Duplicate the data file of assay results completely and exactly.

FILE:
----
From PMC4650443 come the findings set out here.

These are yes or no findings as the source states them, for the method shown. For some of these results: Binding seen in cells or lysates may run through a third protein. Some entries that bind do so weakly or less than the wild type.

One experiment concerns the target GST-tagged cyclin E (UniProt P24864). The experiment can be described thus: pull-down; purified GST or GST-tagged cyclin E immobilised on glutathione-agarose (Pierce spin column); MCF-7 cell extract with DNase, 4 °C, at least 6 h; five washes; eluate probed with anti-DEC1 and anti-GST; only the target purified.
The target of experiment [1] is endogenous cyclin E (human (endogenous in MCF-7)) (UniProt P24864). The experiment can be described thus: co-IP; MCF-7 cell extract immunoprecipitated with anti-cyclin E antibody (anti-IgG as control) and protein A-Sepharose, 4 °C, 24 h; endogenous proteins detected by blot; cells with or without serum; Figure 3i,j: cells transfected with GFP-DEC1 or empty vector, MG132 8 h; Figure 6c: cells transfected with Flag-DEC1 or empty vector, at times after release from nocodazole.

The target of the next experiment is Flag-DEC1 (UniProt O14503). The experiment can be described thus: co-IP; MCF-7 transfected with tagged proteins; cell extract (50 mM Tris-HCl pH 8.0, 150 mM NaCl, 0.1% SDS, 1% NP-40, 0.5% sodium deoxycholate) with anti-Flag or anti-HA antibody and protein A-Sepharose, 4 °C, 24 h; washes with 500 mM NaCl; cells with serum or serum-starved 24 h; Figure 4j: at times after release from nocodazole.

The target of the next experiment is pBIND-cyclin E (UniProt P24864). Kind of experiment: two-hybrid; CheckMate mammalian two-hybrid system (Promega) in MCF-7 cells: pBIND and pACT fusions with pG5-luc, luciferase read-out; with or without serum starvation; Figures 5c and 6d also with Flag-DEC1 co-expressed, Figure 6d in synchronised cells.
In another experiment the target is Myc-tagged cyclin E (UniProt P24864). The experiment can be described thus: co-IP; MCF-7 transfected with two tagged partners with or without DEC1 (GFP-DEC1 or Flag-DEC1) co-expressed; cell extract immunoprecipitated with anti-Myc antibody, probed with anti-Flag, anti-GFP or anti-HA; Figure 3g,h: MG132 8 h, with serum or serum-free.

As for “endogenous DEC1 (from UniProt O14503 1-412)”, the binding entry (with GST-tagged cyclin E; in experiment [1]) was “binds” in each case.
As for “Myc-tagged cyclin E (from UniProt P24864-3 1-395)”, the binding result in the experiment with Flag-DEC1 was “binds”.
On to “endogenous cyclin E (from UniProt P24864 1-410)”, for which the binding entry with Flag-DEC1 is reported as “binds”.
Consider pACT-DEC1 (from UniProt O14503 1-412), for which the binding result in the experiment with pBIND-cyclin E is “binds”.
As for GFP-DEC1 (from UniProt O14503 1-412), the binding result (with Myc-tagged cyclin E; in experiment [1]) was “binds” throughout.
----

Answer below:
From PMC4650443 come the findings set out here.

These are yes or no findings as the source states them, for the method shown. For some of these results: Binding seen in cells or lysates may run through a third protein. Some entries that bind do so weakly or less than the wild type.

One experiment concerns the target GST-tagged cyclin E (UniProt P24864). The experiment can be described thus: pull-down; purified GST or GST-tagged cyclin E immobilised on glutathione-agarose (Pierce spin column); MCF-7 cell extract with DNase, 4 °C, at least 6 h; five washes; eluate probed with anti-DEC1 and anti-GST; only the target purified.
The target of experiment [1] is endogenous cyclin E (human (endogenous in MCF-7)) (UniProt P24864). The experiment can be described thus: co-IP; MCF-7 cell extract immunoprecipitated with anti-cyclin E antibody (anti-IgG as control) and protein A-Sepharose, 4 °C, 24 h; endogenous proteins detected by blot; cells with or without serum; Figure 3i,j: cells transfected with GFP-DEC1 or empty vector, MG132 8 h; Figure 6c: cells transfected with Flag-DEC1 or empty vector, at times after release from nocodazole.

The target of the next experiment is Flag-DEC1 (UniProt O14503). The experiment can be described thus: co-IP; MCF-7 transfected with tagged proteins; cell extract (50 mM Tris-HCl pH 8.0, 150 mM NaCl, 0.1% SDS, 1% NP-40, 0.5% sodium deoxycholate) with anti-Flag or anti-HA antibody and protein A-Sepharose, 4 °C, 24 h; washes with 500 mM NaCl; cells with serum or serum-starved 24 h; Figure 4j: at times after release from nocodazole.

The target of the next experiment is pBIND-cyclin E (UniProt P24864). Kind of experiment: two-hybrid; CheckMate mammalian two-hybrid system (Promega) in MCF-7 cells: pBIND and pACT fusions with pG5-luc, luciferase read-out; with or without serum starvation; Figures 5c and 6d also with Flag-DEC1 co-expressed, Figure 6d in synchronised cells.
In another experiment the target is Myc-tagged cyclin E (UniProt P24864). The experiment can be described thus: co-IP; MCF-7 transfected with two tagged partners with or without DEC1 (GFP-DEC1 or Flag-DEC1) co-expressed; cell extract immunoprecipitated with anti-Myc antibody, probed with anti-Flag, anti-GFP or anti-HA; Figure 3g,h: MG132 8 h, with serum or serum-free.

As for “endogenous DEC1 (from UniProt O14503 1-412)”, the binding entry (with GST-tagged cyclin E; in experiment [1]) was “binds” in each case.
As for “Myc-tagged cyclin E (from UniProt P24864-3 1-395)”, the binding result in the experiment with Flag-DEC1 was “binds”.
On to “endogenous cyclin E (from UniProt P24864 1-410)”, for which the binding entry with Flag-DEC1 is reported as “binds”.
Consider pACT-DEC1 (from UniProt O14503 1-412), for which the binding result in the experiment with pBIND-cyclin E is “binds”.
As for GFP-DEC1 (from UniProt O14503 1-412), the binding result (with Myc-tagged cyclin E; in experiment [1]) was “binds” throughout.